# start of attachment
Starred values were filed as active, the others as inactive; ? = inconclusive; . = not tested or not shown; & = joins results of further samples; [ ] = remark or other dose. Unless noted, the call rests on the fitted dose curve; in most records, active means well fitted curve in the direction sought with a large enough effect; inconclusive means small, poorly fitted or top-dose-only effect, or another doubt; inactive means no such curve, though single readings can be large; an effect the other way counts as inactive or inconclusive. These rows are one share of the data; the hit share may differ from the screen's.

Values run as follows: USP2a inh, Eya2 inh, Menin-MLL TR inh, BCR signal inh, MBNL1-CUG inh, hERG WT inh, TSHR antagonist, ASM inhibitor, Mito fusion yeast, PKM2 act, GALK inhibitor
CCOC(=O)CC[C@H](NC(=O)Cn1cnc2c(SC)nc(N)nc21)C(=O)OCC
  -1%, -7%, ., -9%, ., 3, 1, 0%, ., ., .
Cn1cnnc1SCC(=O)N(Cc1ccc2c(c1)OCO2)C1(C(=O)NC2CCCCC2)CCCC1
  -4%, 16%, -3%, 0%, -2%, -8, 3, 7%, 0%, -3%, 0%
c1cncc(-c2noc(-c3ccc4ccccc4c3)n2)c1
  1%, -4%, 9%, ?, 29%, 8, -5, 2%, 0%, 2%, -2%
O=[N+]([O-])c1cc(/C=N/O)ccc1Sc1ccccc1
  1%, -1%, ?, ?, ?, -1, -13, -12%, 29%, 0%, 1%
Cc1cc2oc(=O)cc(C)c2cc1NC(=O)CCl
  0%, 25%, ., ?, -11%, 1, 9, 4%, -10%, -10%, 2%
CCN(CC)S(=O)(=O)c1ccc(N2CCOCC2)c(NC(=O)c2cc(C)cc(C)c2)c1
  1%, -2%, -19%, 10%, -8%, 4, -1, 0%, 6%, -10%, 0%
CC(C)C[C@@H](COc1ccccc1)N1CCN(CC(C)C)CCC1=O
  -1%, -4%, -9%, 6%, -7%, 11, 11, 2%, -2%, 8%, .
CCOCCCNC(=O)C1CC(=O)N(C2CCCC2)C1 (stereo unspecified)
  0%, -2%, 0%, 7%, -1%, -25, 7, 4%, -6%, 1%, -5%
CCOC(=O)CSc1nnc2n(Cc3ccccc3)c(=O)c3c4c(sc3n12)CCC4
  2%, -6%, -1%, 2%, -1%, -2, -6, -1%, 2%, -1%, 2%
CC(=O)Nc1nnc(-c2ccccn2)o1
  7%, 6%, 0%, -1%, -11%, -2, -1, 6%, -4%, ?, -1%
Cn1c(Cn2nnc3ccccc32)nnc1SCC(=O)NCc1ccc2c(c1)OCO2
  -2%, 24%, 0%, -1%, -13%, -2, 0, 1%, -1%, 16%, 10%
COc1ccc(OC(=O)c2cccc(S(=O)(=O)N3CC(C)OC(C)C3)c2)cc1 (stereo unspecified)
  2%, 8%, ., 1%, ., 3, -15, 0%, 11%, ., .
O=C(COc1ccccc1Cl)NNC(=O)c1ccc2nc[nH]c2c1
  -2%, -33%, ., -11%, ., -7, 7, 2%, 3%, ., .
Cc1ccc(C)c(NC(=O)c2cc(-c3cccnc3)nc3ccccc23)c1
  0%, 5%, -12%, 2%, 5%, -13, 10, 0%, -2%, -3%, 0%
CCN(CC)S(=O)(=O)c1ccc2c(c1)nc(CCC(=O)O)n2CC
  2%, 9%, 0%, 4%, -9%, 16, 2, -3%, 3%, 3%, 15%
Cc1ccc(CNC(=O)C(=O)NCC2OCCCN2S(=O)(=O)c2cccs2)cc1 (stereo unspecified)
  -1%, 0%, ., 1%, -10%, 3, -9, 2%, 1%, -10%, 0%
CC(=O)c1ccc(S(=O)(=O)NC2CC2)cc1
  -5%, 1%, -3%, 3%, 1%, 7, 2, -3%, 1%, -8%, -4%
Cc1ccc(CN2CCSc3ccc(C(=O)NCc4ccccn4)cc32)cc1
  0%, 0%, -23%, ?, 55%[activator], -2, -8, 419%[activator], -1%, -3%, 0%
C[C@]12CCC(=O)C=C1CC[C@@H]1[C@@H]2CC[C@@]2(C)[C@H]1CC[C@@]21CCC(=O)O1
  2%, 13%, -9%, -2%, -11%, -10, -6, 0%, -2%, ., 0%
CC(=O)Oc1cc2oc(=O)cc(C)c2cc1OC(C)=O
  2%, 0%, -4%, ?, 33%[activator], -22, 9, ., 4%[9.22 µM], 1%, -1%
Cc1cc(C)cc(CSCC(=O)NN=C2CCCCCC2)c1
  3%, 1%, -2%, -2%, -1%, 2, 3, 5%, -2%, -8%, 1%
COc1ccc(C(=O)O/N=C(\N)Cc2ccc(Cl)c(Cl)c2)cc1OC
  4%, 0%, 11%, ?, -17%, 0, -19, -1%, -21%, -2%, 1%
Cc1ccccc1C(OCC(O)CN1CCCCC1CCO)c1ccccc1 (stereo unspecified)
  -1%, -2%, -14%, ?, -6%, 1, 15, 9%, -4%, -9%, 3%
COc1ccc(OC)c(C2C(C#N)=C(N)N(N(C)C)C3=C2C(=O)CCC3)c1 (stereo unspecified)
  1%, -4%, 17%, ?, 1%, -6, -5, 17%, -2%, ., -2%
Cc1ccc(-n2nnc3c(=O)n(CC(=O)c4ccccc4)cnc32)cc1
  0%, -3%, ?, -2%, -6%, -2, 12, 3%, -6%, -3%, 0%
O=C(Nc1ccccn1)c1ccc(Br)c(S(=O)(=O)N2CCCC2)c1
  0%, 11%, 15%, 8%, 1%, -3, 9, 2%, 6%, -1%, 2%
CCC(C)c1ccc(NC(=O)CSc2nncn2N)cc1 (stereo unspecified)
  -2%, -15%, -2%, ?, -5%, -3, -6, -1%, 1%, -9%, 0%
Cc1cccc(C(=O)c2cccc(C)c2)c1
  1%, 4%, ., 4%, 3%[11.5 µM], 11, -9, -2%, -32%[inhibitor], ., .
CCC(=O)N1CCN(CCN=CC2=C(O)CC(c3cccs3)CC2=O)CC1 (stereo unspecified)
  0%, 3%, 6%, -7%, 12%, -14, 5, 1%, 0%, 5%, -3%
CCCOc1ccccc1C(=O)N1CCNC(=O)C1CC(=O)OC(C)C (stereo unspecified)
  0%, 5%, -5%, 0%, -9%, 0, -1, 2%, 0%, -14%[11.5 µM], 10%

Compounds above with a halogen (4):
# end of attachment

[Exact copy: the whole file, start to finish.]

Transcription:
Starred values were filed as active, the others as inactive; ? = inconclusive; . = not tested or not shown; & = joins results of further samples; [ ] = remark or other dose. Unless noted, the call rests on the fitted dose curve; in most records, active means well fitted curve in the direction sought with a large enough effect; inconclusive means small, poorly fitted or top-dose-only effect, or another doubt; inactive means no such curve, though single readings can be large; an effect the other way counts as inactive or inconclusive. These rows are one share of the data; the hit share may differ from the screen's.

Values run as follows: USP2a inh, Eya2 inh, Menin-MLL TR inh, BCR signal inh, MBNL1-CUG inh, hERG WT inh, TSHR antagonist, ASM inhibitor, Mito fusion yeast, PKM2 act, GALK inhibitor
CCOC(=O)CC[C@H](NC(=O)Cn1cnc2c(SC)nc(N)nc21)C(=O)OCC
  -1%, -7%, ., -9%, ., 3, 1, 0%, ., ., .
Cn1cnnc1SCC(=O)N(Cc1ccc2c(c1)OCO2)C1(C(=O)NC2CCCCC2)CCCC1
  -4%, 16%, -3%, 0%, -2%, -8, 3, 7%, 0%, -3%, 0%
c1cncc(-c2noc(-c3ccc4ccccc4c3)n2)c1
  1%, -4%, 9%, ?, 29%, 8, -5, 2%, 0%, 2%, -2%
O=[N+]([O-])c1cc(/C=N/O)ccc1Sc1ccccc1
  1%, -1%, ?, ?, ?, -1, -13, -12%, 29%, 0%, 1%
Cc1cc2oc(=O)cc(C)c2cc1NC(=O)CCl
  0%, 25%, ., ?, -11%, 1, 9, 4%, -10%, -10%, 2%
CCN(CC)S(=O)(=O)c1ccc(N2CCOCC2)c(NC(=O)c2cc(C)cc(C)c2)c1
  1%, -2%, -19%, 10%, -8%, 4, -1, 0%, 6%, -10%, 0%
CC(C)C[C@@H](COc1ccccc1)N1CCN(CC(C)C)CCC1=O
  -1%, -4%, -9%, 6%, -7%, 11, 11, 2%, -2%, 8%, .
CCOCCCNC(=O)C1CC(=O)N(C2CCCC2)C1 (stereo unspecified)
  0%, -2%, 0%, 7%, -1%, -25, 7, 4%, -6%, 1%, -5%
CCOC(=O)CSc1nnc2n(Cc3ccccc3)c(=O)c3c4c(sc3n12)CCC4
  2%, -6%, -1%, 2%, -1%, -2, -6, -1%, 2%, -1%, 2%
CC(=O)Nc1nnc(-c2ccccn2)o1
  7%, 6%, 0%, -1%, -11%, -2, -1, 6%, -4%, ?, -1%
Cn1c(Cn2nnc3ccccc32)nnc1SCC(=O)NCc1ccc2c(c1)OCO2
  -2%, 24%, 0%, -1%, -13%, -2, 0, 1%, -1%, 16%, 10%
COc1ccc(OC(=O)c2cccc(S(=O)(=O)N3CC(C)OC(C)C3)c2)cc1 (stereo unspecified)
  2%, 8%, ., 1%, ., 3, -15, 0%, 11%, ., .
O=C(COc1ccccc1Cl)NNC(=O)c1ccc2nc[nH]c2c1
  -2%, -33%, ., -11%, ., -7, 7, 2%, 3%, ., .
Cc1ccc(C)c(NC(=O)c2cc(-c3cccnc3)nc3ccccc23)c1
  0%, 5%, -12%, 2%, 5%, -13, 10, 0%, -2%, -3%, 0%
CCN(CC)S(=O)(=O)c1ccc2c(c1)nc(CCC(=O)O)n2CC
  2%, 9%, 0%, 4%, -9%, 16, 2, -3%, 3%, 3%, 15%
Cc1ccc(CNC(=O)C(=O)NCC2OCCCN2S(=O)(=O)c2cccs2)cc1 (stereo unspecified)
  -1%, 0%, ., 1%, -10%, 3, -9, 2%, 1%, -10%, 0%
CC(=O)c1ccc(S(=O)(=O)NC2CC2)cc1
  -5%, 1%, -3%, 3%, 1%, 7, 2, -3%, 1%, -8%, -4%
Cc1ccc(CN2CCSc3ccc(C(=O)NCc4ccccn4)cc32)cc1
  0%, 0%, -23%, ?, 55%[activator], -2, -8, 419%[activator], -1%, -3%, 0%
C[C@]12CCC(=O)C=C1CC[C@@H]1[C@@H]2CC[C@@]2(C)[C@H]1CC[C@@]21CCC(=O)O1
  2%, 13%, -9%, -2%, -11%, -10, -6, 0%, -2%, ., 0%
CC(=O)Oc1cc2oc(=O)cc(C)c2cc1OC(C)=O
  2%, 0%, -4%, ?, 33%[activator], -22, 9, ., 4%[9.22 µM], 1%, -1%
Cc1cc(C)cc(CSCC(=O)NN=C2CCCCCC2)c1
  3%, 1%, -2%, -2%, -1%, 2, 3, 5%, -2%, -8%, 1%
COc1ccc(C(=O)O/N=C(\N)Cc2ccc(Cl)c(Cl)c2)cc1OC
  4%, 0%, 11%, ?, -17%, 0, -19, -1%, -21%, -2%, 1%
Cc1ccccc1C(OCC(O)CN1CCCCC1CCO)c1ccccc1 (stereo unspecified)
  -1%, -2%, -14%, ?, -6%, 1, 15, 9%, -4%, -9%, 3%
COc1ccc(OC)c(C2C(C#N)=C(N)N(N(C)C)C3=C2C(=O)CCC3)c1 (stereo unspecified)
  1%, -4%, 17%, ?, 1%, -6, -5, 17%, -2%, ., -2%
Cc1ccc(-n2nnc3c(=O)n(CC(=O)c4ccccc4)cnc32)cc1
  0%, -3%, ?, -2%, -6%, -2, 12, 3%, -6%, -3%, 0%
O=C(Nc1ccccn1)c1ccc(Br)c(S(=O)(=O)N2CCCC2)c1
  0%, 11%, 15%, 8%, 1%, -3, 9, 2%, 6%, -1%, 2%
CCC(C)c1ccc(NC(=O)CSc2nncn2N)cc1 (stereo unspecified)
  -2%, -15%, -2%, ?, -5%, -3, -6, -1%, 1%, -9%, 0%
Cc1cccc(C(=O)c2cccc(C)c2)c1
  1%, 4%, ., 4%, 3%[11.5 µM], 11, -9, -2%, -32%[inhibitor], ., .
CCC(=O)N1CCN(CCN=CC2=C(O)CC(c3cccs3)CC2=O)CC1 (stereo unspecified)
  0%, 3%, 6%, -7%, 12%, -14, 5, 1%, 0%, 5%, -3%
CCCOc1ccccc1C(=O)N1CCNC(=O)C1CC(=O)OC(C)C (stereo unspecified)
  0%, 5%, -5%, 0%, -9%, 0, -1, 2%, 0%, -14%[11.5 µM], 10%

Compounds above with a halogen (4):